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One of the pioneer studies of its kind, this research aimed to examine the genetic makeup of people suffering from bowel cancer in order to identify the genes that could be involved in the etiology of this deadly disease. The study identified five potential new genes whose mutation can be the cause of rare cases of bowel cancer.
This large scale study was conducted by researchers from The Institute of Cancer Research in London and was funded by Cancer Research UK. It was led by Professor Richard Houlston, Professor of Molecular and Population Genetics at The Institute of Cancer Research, London. During the course of research, around 1,000 people with bowel cancer were studied. The study was subsequently published in Nature Communications.
Genetic Causes of Bowel Cancer Unearthed
Following the study, the scientists came to the conclusion that almost all the principal genes involved in bowel cancer have been discovered. The researchers further added that these major genetic causes account for less than 1/3rd of the familial cases of colon cancer, the types of bowel cancer that tend to run in families. In nearly 12% of the cases, a positive family history of bowel cancer was found. Genes like APC and MLH1 were found to play a major role in these cases.
It was inferred that the remaining cases of bowel cancer must be caused, to a large extent, by the inconsequential variations in the DNA, which when weighed together with the environmental factors, significantly increase the risk of developing colon cancer. Lifestyle factors, especially diet, along with genetic and environmental influences, were identified as key factors in sporadic cases of bowel cancer. Understanding the roles played by these factors is essential for comprehending the full extent to which these genes can lead to bowel cancer.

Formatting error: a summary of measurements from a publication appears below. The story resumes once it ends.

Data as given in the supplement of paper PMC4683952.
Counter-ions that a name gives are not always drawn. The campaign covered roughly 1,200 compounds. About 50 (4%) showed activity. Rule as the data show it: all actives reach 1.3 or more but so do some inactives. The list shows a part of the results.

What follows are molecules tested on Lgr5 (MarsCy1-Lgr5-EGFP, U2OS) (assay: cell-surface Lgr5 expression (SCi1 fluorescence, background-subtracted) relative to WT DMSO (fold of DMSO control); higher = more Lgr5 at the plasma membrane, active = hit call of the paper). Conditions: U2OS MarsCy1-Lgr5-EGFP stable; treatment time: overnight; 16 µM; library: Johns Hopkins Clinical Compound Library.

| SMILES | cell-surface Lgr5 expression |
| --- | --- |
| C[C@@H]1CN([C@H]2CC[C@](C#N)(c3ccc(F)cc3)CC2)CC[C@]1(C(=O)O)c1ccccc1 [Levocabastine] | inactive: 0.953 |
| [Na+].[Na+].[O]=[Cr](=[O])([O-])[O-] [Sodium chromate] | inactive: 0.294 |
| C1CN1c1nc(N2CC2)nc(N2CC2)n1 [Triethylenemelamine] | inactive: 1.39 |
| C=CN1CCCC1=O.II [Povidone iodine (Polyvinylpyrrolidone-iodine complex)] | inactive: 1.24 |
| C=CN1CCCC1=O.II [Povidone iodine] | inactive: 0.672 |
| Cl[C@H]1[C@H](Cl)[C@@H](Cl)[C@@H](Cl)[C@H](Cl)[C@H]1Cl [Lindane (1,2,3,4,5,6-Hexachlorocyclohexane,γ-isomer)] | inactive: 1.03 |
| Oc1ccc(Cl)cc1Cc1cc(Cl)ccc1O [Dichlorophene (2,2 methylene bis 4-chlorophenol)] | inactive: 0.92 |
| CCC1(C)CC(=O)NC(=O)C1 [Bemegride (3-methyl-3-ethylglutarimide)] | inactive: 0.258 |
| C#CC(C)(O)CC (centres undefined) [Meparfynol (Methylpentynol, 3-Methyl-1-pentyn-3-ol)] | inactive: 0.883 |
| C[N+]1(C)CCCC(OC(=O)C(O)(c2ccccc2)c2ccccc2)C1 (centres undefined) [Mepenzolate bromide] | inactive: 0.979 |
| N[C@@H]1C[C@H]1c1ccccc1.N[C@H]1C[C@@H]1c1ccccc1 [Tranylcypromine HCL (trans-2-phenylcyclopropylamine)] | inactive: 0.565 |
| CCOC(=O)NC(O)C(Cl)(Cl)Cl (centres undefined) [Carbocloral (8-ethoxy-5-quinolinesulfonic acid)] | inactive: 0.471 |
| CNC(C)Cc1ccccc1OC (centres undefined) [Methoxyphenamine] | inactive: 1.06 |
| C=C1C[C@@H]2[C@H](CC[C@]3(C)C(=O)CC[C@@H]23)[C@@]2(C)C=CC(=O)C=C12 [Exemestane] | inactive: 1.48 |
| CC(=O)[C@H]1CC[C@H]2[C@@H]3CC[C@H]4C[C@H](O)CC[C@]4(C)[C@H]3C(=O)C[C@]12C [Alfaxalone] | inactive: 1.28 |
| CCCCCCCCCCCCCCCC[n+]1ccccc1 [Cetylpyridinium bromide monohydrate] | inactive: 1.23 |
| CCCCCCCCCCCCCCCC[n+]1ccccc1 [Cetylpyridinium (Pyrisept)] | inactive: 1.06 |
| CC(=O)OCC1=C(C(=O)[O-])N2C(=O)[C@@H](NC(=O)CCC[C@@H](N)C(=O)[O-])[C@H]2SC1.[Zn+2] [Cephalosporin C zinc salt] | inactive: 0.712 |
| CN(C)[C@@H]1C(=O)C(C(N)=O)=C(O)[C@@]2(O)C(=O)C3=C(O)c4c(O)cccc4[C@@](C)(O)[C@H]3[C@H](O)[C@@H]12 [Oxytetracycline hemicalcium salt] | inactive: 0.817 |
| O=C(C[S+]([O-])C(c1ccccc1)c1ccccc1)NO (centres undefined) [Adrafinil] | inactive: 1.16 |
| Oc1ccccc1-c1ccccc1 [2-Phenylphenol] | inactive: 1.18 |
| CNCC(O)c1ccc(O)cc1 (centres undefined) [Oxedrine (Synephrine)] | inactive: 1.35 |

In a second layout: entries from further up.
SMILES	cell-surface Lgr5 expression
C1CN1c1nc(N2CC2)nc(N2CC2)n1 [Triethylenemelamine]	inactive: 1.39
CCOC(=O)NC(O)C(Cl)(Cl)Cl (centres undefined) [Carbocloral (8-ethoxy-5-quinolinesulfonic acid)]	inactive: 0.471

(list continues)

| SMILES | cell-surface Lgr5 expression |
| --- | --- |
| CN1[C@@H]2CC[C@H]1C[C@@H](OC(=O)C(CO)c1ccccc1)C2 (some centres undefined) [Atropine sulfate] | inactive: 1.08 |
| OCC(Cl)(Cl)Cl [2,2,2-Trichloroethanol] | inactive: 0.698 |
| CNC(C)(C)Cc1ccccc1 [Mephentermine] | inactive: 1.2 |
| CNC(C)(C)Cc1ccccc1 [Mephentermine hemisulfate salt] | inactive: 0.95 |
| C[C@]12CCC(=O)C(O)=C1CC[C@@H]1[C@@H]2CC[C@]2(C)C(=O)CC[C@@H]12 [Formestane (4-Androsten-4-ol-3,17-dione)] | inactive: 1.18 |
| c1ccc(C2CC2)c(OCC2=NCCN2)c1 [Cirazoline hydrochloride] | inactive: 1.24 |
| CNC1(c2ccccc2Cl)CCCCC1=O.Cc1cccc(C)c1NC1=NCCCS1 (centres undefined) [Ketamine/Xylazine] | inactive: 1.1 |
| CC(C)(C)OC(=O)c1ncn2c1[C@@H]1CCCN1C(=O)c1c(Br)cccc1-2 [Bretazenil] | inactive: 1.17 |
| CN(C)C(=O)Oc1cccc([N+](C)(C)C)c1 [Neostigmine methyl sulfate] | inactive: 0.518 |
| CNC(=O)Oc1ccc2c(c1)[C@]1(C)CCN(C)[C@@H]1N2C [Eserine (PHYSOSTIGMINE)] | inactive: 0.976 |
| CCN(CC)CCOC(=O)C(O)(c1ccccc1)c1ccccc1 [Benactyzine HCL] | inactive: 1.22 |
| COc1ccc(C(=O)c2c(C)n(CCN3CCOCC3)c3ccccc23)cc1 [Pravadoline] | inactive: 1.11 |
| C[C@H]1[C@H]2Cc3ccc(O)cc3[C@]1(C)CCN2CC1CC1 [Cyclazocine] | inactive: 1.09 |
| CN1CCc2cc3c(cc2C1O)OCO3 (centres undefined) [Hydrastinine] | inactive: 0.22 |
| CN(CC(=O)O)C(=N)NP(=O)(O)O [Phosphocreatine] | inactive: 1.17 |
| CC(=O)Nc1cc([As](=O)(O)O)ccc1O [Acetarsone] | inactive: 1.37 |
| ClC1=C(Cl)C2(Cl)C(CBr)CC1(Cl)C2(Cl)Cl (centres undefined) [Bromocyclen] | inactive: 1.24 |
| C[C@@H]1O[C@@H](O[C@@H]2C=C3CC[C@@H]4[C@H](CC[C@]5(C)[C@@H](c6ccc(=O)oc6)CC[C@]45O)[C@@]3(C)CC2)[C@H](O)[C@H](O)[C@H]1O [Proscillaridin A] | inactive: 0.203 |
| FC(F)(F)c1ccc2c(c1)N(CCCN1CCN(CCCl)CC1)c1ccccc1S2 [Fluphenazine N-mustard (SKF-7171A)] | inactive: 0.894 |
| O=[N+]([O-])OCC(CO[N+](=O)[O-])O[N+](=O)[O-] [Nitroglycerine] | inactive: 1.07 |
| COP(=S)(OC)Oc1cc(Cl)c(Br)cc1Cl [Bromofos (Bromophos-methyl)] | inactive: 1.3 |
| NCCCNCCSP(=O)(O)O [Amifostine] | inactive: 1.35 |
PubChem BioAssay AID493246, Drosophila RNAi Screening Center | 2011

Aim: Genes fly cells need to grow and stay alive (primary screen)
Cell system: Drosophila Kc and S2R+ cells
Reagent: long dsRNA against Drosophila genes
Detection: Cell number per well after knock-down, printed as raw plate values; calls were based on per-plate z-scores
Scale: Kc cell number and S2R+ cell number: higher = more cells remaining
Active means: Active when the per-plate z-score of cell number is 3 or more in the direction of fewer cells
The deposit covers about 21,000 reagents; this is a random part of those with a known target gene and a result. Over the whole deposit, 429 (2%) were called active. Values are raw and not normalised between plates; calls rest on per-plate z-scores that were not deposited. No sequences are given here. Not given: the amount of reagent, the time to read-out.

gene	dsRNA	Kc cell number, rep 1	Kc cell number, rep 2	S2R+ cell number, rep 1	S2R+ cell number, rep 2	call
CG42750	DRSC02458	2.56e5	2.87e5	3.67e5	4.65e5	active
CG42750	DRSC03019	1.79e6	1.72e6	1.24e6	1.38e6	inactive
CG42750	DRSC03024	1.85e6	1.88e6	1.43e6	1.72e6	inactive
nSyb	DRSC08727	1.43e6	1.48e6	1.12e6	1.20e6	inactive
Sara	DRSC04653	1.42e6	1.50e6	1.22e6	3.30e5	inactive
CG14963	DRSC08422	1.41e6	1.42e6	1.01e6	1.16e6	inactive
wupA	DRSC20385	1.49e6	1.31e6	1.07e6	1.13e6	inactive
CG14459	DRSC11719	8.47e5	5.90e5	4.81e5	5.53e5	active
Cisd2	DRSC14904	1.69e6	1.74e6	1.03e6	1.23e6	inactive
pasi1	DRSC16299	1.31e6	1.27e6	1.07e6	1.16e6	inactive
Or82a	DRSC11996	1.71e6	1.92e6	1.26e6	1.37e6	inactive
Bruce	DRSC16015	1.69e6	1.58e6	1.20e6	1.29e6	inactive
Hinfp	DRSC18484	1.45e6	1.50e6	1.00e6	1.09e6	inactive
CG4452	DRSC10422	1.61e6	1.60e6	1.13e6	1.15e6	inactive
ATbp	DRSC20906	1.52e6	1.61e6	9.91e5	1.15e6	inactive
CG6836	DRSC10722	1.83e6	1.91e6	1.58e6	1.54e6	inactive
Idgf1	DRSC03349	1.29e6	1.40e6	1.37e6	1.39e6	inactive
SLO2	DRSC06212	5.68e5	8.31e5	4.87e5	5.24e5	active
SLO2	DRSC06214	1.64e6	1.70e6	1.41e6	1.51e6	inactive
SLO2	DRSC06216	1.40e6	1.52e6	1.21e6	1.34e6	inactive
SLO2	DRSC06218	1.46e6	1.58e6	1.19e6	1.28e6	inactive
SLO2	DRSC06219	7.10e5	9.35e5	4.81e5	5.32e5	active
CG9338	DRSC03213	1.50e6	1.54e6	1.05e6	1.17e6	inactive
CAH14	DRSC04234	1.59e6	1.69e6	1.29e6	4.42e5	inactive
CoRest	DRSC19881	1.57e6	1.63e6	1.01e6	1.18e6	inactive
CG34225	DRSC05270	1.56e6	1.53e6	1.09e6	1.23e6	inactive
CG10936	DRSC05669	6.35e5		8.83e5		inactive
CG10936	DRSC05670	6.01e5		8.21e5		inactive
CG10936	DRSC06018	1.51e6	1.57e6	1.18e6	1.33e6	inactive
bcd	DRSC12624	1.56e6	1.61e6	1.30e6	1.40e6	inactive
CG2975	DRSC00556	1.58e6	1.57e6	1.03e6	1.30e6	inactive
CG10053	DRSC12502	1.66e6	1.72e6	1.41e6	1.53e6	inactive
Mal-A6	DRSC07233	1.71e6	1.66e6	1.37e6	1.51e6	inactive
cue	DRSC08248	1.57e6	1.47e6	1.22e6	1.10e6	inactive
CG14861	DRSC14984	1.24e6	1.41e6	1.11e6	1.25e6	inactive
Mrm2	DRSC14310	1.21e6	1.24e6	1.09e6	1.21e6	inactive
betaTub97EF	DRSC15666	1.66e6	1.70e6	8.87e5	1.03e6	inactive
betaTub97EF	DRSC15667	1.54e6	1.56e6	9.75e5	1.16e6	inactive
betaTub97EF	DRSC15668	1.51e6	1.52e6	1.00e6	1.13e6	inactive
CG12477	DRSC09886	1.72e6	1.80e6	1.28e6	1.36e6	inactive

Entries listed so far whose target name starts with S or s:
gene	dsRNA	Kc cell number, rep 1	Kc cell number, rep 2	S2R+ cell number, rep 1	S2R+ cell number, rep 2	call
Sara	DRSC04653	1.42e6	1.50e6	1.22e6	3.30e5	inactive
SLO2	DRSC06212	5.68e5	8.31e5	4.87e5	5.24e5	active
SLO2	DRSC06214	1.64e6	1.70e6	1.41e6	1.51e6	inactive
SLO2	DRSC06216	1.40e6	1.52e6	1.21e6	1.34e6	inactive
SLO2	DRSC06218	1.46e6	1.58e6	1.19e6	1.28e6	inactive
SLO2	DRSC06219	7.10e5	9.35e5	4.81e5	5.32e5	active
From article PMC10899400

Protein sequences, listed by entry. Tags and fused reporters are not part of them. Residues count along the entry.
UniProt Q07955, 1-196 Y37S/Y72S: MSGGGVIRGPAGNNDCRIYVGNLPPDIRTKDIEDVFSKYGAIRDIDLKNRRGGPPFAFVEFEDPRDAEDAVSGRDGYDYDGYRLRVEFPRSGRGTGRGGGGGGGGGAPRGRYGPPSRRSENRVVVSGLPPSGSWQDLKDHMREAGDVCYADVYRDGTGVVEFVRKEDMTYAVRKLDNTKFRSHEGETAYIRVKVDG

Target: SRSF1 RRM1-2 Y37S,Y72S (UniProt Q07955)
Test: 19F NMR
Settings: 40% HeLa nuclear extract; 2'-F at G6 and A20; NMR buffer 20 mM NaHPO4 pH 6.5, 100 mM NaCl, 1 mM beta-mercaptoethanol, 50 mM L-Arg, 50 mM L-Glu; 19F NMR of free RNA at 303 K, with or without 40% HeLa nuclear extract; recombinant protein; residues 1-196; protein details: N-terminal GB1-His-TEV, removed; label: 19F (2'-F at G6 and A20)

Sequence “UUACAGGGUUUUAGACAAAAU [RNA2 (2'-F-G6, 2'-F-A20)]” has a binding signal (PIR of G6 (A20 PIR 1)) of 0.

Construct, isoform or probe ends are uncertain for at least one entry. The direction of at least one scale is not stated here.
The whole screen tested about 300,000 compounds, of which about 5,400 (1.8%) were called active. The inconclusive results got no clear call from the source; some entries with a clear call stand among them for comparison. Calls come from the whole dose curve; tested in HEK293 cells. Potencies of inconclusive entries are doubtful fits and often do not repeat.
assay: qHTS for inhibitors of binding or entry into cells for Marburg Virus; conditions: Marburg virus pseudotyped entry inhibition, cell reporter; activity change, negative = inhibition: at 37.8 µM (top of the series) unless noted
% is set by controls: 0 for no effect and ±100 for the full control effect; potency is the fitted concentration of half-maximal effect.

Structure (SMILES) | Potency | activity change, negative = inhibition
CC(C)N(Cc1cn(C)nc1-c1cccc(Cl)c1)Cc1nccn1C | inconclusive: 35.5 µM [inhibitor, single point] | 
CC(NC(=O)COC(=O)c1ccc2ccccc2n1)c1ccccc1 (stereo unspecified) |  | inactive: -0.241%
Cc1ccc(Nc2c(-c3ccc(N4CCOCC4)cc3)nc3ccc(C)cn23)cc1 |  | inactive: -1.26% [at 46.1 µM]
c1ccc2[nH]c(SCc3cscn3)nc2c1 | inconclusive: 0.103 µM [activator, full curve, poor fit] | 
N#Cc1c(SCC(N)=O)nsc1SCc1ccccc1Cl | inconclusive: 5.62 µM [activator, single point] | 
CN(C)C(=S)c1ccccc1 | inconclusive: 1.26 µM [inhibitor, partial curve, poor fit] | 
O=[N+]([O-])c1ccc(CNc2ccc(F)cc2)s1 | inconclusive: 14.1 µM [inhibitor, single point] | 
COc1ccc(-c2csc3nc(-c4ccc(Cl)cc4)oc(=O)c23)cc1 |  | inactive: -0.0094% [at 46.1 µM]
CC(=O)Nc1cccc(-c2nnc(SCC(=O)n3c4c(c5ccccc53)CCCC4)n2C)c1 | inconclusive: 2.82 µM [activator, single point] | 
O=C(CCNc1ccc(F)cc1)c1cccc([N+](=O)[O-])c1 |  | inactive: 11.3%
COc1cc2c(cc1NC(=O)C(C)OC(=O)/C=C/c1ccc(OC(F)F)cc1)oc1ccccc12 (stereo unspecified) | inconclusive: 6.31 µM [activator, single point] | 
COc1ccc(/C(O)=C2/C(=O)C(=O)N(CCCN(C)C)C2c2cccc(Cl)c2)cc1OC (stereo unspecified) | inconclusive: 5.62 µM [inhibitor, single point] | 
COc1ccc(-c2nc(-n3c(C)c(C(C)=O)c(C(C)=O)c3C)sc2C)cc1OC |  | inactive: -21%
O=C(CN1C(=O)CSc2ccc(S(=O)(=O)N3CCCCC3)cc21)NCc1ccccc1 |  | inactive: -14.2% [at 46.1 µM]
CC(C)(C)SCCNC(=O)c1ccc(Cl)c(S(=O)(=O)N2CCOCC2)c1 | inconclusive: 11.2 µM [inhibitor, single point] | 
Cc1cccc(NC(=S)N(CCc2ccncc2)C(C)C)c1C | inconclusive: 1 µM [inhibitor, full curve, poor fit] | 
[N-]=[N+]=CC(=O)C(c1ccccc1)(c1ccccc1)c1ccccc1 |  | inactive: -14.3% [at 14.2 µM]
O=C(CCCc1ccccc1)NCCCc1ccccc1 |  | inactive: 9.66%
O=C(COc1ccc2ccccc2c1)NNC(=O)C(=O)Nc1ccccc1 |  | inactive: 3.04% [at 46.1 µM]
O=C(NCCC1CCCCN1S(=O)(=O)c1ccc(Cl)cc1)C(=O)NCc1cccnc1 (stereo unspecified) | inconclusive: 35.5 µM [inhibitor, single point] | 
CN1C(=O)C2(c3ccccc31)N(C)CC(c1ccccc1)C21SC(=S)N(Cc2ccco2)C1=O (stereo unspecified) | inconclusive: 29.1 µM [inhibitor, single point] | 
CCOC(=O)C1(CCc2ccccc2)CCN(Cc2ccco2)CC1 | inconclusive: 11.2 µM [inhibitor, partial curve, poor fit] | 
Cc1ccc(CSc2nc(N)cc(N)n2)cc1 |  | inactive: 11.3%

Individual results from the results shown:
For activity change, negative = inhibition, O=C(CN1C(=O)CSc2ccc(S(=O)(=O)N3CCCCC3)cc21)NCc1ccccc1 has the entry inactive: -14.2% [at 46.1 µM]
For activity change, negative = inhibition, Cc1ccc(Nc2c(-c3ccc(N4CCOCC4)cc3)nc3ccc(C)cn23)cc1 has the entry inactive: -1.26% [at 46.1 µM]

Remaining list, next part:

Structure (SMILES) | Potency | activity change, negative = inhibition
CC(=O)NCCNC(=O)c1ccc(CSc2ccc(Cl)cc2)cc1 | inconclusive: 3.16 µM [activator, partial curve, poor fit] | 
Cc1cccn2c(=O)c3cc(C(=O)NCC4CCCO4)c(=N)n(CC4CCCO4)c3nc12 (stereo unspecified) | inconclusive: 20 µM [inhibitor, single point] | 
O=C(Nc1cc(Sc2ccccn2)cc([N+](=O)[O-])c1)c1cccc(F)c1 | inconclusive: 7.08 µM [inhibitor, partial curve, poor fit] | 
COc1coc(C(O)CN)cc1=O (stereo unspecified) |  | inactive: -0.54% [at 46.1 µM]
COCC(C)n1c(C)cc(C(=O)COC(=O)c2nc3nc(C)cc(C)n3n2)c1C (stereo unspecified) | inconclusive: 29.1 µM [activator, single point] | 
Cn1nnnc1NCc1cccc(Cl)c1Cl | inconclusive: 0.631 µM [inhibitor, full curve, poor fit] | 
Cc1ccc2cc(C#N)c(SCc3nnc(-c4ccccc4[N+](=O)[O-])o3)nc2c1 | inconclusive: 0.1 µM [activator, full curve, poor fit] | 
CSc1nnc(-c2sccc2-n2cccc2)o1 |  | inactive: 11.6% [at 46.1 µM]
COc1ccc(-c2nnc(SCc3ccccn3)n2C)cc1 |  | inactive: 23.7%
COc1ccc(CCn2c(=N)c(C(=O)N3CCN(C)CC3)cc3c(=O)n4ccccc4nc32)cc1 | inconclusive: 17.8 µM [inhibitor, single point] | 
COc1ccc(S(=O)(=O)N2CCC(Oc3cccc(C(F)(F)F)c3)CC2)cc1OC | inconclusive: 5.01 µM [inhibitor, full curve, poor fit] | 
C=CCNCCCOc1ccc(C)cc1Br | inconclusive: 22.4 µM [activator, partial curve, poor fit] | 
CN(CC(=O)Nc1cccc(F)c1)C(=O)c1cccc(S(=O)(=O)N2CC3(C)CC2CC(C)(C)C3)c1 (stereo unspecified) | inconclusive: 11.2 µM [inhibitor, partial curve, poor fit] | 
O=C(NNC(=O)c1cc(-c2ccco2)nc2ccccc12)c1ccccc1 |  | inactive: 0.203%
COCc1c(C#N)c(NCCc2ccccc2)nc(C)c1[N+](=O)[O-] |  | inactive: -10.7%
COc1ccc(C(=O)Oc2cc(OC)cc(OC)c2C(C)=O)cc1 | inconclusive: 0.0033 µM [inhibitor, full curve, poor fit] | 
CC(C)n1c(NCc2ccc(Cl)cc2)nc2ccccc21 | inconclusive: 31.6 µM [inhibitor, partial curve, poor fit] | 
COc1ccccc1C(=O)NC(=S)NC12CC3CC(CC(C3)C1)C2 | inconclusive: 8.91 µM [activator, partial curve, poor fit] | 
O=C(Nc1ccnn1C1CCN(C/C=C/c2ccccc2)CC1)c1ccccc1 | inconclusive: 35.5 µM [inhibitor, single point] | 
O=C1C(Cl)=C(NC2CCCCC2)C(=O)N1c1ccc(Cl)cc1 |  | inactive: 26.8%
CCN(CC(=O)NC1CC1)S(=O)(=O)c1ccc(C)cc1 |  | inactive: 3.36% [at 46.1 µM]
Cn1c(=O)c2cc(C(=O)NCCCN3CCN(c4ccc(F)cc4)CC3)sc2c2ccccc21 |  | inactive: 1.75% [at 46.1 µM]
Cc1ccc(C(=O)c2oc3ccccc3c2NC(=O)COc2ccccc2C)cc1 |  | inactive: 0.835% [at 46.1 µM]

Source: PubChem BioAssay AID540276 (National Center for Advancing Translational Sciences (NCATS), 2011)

DNA Sequencing Of Patients with Bowel Cancer
The researchers tried to delve further into the genetics of bowel cancer and sequenced the DNA which is involved in the production of protein, known as the “exome”, from the patients involved in the study. These patients were chosen from among 25,000 cases at The Institute of Cancer Research (ICR). All of these patients had two factors in common-early age of onset and a strong family history of bowel cancer.
This exercise helped the scientists confirm that there are no other major genes associated with bowel cancer. 12 major genes were agreed upon as the principal genetic causes of bowel cancer. This figure excluded the newly discovered genes that have been implicated in the etiology of bowel cancer. These major genes have been associated with 15-31% of the 1,000 familial cases of bowel cancer.
One of the key findings of the study is that the minor variations in the genetic makeup-nearly 30 in total-account for more cases of the bowel cancer than was previously thought. It was postulated that many more of these slight differences in the genes are yet to be unearthed. The detection of these genes can have far reaching implications in understanding the precise causative factors of the disease along with its potential new treatments and ways of prevention.